Stand between the wall and the chair, facing the back of the chair. Root into your feet, rise up through your center. Feel your spine lifting out of your waist, heart lifted and open, shoulders soft, wide and released from ears, crown of head lifting with neck long. Rest your arms at the sides of your body. Pause, breathe, and observe. With an inhale, gently, slowly, with awareness, raise your left arm overhead, or as high as you are able, reaching through the fingertips. Maintain your left arm up while exhaling and extend upward while inhaling. Lower arm gently with exhale. Repeat the sequence, raising the right arm. Repeat raising both arms if comfortable. Pause, breathe and observe. Repeat if desired.
See alsoSpring Forward Flow: Two Fit Moms’ Tree + Sun Salutations
Forward Bend to waist height
Uttanasana, variation 1
From seated Tadasana, hands holding onto the sides of a chair, take a deep inhale and extend your spine upward. As you slowly exhale, bend forward toward your thighs, extending from the hips with a long spine. Stay here and inhale extending and exhale relaxing. On an inhale, with spine straight, return to sitting up, using your arms to help if needed. If comfortable, bring both arms overhead on an inhale and bend forward on the exhale, bringing your hands onto your knees, a chair seat, or to a wall in front of you. Inhaling with your arms raised, come back to sitting up straight. Lower your arms slowly with awareness, while exhaling. Pause, breathe, and observe. Repeat if desired.
See also5 Steps to Master Standing Forward Bend
Forward Bend to waist height
Uttanasana, variation 2
Stand behind a chair in Tadasana with your back near a wall, hands resting on or holding onto the back of the chair. Take a deep inhale and extend your spine upward. As you slowly exhale, take small steps backward so that you can bend your torso forward, keeping your head and shoulders at hip height or higher. Inhaling, stretch gently from your hands to your hips. If it feels appropriate and helpful, you can have your hips and heels against the wall. Inhaling, walk forward up to standing. Pause, breathe and observe. Repeat if desired.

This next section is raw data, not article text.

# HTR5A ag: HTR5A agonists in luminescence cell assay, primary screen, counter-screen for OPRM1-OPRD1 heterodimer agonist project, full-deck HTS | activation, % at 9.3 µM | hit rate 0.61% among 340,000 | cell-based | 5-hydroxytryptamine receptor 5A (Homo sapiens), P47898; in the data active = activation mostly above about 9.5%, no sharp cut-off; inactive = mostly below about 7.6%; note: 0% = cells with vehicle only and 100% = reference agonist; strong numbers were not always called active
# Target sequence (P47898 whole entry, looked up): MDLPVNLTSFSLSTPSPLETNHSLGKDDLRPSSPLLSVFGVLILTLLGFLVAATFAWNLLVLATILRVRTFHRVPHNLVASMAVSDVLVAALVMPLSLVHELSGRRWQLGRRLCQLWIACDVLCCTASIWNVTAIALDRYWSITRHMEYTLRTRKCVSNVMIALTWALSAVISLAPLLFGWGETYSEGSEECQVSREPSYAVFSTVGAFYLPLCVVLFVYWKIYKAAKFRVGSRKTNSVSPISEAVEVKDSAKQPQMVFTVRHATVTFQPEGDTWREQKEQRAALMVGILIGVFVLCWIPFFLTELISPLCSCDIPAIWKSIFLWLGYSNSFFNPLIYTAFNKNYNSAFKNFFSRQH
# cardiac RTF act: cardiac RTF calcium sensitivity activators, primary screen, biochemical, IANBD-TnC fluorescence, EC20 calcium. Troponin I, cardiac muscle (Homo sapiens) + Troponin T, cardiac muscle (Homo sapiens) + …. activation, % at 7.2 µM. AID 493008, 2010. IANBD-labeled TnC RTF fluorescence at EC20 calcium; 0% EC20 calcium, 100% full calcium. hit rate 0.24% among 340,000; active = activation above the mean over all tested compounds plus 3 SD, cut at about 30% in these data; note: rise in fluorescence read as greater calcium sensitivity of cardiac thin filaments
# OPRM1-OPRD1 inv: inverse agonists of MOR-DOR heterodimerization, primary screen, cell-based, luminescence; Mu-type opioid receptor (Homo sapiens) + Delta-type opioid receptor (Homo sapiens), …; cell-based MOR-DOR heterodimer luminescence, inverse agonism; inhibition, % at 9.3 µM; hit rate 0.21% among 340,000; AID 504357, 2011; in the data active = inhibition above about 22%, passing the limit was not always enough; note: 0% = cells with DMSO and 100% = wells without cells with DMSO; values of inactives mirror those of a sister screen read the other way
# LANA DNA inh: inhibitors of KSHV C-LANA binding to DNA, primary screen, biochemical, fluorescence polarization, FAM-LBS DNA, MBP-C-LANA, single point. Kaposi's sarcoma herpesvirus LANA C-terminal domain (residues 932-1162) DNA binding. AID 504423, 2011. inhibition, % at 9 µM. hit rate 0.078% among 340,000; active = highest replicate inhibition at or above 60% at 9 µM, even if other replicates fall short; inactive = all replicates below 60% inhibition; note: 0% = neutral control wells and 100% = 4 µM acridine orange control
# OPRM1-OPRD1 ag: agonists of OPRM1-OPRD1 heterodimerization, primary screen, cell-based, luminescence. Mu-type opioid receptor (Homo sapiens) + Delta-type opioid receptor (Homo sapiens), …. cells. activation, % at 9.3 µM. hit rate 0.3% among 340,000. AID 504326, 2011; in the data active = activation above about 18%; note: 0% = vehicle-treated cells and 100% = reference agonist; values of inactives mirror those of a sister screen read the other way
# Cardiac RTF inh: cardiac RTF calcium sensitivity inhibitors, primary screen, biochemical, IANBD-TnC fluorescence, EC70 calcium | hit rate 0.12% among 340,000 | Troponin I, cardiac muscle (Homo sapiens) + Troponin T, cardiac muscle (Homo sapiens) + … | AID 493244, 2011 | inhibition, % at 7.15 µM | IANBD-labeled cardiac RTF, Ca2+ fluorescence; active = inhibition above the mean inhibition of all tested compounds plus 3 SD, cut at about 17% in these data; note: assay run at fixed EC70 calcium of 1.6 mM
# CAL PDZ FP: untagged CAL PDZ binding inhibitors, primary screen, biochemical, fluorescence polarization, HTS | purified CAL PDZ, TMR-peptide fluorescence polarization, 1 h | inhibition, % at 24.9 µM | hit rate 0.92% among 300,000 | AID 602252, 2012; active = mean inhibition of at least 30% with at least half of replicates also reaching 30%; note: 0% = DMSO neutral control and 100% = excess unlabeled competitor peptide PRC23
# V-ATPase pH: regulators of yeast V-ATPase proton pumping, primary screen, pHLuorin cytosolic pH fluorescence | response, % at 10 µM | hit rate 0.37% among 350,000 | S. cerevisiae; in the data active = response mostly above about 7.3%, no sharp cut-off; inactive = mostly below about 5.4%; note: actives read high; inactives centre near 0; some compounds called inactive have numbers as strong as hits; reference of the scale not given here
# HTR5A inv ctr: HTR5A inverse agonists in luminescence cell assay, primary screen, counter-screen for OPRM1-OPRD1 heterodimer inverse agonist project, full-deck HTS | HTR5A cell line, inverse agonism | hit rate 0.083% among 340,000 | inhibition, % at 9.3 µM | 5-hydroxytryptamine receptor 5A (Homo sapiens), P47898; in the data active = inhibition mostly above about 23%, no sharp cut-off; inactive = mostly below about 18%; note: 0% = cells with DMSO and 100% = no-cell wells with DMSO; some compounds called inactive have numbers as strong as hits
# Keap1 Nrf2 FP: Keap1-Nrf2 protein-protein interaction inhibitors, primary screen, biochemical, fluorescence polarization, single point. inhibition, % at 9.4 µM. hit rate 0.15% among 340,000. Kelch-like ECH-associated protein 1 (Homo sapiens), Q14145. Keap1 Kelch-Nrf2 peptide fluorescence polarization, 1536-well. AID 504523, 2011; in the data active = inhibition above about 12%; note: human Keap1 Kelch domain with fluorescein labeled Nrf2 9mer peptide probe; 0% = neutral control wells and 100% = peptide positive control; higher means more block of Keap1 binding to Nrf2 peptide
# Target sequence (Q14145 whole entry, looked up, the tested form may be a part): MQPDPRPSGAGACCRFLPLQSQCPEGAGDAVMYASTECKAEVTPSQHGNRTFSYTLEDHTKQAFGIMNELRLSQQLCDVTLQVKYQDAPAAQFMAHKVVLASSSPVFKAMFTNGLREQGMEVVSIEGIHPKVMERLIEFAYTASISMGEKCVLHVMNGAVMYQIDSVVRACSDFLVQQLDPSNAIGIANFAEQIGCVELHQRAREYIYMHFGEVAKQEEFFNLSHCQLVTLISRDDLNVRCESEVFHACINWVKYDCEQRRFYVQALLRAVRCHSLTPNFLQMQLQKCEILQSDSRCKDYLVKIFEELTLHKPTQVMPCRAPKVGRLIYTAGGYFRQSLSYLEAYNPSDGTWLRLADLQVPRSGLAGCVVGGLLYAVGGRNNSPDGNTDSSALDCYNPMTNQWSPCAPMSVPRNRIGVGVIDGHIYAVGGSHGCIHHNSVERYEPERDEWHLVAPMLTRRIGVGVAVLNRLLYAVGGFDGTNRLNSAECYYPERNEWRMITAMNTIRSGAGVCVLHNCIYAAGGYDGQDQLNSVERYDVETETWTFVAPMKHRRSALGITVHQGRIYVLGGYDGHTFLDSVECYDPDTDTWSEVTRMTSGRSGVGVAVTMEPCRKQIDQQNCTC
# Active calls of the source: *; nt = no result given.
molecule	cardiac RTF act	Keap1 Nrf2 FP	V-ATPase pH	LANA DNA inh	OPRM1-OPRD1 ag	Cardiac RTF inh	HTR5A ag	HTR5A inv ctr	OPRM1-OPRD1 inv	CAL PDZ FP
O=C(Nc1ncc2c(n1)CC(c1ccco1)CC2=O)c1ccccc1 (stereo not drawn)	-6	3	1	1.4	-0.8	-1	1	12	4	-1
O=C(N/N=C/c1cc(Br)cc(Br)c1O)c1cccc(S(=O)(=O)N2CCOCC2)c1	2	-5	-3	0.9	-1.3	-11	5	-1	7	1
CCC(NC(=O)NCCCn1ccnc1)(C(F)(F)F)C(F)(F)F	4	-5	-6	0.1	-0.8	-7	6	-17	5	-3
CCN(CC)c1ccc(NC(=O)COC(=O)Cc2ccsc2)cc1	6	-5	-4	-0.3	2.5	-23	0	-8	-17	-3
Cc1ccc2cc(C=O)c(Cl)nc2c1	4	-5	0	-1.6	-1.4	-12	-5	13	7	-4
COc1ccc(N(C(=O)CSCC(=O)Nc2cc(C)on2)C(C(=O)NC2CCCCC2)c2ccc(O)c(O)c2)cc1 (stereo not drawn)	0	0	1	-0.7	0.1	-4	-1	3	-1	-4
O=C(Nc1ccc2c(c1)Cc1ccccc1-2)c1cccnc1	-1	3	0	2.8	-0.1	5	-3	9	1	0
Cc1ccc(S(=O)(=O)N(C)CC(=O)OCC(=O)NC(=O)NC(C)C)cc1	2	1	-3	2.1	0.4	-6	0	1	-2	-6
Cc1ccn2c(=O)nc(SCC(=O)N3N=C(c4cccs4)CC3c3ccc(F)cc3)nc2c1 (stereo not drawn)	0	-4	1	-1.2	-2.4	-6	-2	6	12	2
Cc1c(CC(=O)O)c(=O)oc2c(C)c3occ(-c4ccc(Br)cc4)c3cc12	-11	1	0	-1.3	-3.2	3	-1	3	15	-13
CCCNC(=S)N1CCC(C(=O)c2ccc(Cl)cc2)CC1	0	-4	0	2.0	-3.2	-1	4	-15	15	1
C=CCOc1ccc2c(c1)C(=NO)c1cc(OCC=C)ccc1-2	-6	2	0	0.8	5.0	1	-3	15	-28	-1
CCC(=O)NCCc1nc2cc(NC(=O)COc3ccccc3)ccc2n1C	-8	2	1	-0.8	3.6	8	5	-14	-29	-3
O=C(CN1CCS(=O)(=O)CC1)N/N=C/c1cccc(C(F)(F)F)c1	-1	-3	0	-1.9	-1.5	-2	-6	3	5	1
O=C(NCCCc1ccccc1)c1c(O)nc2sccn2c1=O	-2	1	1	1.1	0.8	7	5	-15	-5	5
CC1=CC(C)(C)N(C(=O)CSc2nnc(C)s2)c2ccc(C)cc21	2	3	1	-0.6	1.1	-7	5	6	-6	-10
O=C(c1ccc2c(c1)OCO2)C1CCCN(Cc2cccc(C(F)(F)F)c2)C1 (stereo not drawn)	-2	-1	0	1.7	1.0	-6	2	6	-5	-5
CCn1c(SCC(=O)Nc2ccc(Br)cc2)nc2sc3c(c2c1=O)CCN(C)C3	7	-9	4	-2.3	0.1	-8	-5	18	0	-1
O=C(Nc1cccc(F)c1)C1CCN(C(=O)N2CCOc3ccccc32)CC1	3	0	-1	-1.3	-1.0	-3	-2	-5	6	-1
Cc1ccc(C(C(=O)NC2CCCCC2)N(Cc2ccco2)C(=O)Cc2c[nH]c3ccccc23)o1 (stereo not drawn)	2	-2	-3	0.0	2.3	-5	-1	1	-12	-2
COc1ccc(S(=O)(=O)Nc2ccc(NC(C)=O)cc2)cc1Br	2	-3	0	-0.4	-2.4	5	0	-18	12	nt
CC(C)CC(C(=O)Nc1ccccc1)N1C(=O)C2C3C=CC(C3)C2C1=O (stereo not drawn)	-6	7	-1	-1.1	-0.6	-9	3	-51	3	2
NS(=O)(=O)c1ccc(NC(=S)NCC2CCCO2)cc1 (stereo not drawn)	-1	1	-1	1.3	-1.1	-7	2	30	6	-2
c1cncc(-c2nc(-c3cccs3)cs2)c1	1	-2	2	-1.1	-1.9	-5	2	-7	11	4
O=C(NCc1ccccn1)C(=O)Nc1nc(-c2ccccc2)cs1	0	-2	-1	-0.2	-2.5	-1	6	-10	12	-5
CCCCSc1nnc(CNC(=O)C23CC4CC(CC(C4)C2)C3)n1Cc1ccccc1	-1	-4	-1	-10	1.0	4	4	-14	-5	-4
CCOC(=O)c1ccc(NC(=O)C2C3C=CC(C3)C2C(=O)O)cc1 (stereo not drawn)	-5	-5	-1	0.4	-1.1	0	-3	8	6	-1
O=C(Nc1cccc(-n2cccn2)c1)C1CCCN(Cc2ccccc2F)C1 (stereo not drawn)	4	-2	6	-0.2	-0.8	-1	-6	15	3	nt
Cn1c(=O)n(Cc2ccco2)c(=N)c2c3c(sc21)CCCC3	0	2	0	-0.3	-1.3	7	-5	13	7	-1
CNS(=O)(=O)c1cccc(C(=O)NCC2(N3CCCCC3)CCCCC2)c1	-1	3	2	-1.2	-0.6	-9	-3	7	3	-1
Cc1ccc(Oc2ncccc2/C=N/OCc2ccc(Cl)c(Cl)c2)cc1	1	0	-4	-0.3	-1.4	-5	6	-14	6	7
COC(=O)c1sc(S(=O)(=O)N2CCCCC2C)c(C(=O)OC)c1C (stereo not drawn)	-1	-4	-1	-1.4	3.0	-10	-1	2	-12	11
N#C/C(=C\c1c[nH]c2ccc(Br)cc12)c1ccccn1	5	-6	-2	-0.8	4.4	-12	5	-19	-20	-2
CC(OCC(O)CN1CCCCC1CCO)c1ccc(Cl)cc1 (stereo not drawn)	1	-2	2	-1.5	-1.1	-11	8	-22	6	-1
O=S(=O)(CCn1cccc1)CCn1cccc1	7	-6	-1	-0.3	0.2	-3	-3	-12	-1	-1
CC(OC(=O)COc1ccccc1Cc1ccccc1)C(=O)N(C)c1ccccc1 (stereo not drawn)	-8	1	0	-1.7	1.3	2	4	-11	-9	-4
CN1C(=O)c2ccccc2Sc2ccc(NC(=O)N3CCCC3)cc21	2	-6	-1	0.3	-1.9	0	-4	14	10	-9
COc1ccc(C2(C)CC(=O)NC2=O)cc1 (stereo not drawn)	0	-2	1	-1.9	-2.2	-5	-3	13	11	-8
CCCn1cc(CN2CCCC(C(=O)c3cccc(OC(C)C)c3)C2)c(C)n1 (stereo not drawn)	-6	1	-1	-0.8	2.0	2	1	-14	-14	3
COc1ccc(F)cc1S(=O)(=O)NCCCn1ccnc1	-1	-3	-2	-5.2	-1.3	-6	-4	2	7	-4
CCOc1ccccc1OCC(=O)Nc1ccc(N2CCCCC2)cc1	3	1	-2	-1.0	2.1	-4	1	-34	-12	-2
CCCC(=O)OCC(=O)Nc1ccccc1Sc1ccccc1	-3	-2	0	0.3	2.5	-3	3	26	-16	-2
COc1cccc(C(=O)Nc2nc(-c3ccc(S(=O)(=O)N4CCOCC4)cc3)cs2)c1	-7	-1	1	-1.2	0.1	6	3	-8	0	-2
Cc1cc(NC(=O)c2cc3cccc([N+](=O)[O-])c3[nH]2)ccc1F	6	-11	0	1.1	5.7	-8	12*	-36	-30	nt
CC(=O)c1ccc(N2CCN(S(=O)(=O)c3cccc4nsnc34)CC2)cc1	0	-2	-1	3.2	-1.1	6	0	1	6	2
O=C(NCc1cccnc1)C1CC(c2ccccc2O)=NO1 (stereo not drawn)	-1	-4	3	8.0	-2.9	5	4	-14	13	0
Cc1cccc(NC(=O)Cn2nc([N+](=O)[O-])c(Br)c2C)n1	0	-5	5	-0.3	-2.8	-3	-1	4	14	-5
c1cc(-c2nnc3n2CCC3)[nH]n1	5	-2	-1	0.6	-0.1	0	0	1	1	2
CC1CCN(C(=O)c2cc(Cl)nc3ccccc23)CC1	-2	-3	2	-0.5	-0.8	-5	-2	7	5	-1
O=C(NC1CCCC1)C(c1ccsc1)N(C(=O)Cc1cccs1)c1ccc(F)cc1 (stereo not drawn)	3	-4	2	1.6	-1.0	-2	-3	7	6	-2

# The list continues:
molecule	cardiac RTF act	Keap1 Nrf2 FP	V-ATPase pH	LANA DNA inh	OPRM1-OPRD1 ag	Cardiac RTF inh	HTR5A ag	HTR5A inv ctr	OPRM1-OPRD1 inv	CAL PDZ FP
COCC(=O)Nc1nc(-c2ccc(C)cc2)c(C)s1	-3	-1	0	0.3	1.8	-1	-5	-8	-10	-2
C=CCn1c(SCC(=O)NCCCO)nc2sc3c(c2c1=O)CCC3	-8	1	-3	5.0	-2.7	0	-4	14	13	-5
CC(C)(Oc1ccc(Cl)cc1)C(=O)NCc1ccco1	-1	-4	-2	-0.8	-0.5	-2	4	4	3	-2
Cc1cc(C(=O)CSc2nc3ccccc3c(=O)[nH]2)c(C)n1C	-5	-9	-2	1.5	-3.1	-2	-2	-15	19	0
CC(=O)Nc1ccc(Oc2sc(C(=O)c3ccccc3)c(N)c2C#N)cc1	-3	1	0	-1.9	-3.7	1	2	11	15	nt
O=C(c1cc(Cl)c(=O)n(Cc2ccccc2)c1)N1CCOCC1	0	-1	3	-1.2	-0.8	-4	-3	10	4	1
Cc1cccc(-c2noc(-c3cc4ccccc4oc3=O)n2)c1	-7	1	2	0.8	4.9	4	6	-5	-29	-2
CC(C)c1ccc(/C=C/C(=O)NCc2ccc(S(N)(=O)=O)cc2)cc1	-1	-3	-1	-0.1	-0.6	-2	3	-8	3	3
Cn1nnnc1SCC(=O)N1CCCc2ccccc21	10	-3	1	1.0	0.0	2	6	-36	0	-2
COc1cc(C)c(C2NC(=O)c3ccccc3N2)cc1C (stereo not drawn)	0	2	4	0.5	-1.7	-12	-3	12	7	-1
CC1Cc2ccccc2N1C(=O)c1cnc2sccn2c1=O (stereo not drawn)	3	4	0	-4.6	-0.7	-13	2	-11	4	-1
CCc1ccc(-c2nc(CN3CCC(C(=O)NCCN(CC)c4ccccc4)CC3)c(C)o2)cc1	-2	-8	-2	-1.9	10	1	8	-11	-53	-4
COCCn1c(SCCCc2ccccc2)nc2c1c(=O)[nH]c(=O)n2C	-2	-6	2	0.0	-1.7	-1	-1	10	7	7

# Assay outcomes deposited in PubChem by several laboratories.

See alsoVIDEO: Standing Forward Bend
Forward Bend to waist height
Uttanasana, variation 3
Stand between a wall and a chair, facing the back of the chair. Root into your feet. With a deep diaphragmatic inhale, extend upward through your spine and raise both arms slowly with awareness. Exhaling slowly, with arms alongside your head, bend forward, extending from the hips with a long spine. Bring hands to the back of the chair. Inhaling, stretch gently from your hands to your hips and exhale relaxing into the stretch. On an inhale, with spine straight, and arms alongside your head, return to standing up. Exhale, lower arms to your sides. Pause, breathe and observe. Repeat if desired.
See alsoStanding Forward Bend (Uttanasana) with Yoga Blocks
Warrior Pose II
Virabhadrasana II, variation 1
Seated in a chair without sides, hold onto the right side of chair seat with right hand and slide to the left of the chair seat. Hold onto front of chair with your left hand just to the left of your right leg. Inhaling, extend your left leg back with your toes bent forward and grounding through the ball of your foot. Ground through your right foot in front of the chair. Rotate your torso to the left. Switch your left hand to holding the side or back of the chair and right hand to the front of the chair. Inhaling, extend up through your spine. Breathing diaphragmatically, get quiet in the pose. Inhale, rotate your torso front and bring your hands to the sides of the chair. Exhale, bring your left leg back to the front and move to the center of the chair. Pause, breathe, and observe. Repeat on the other side.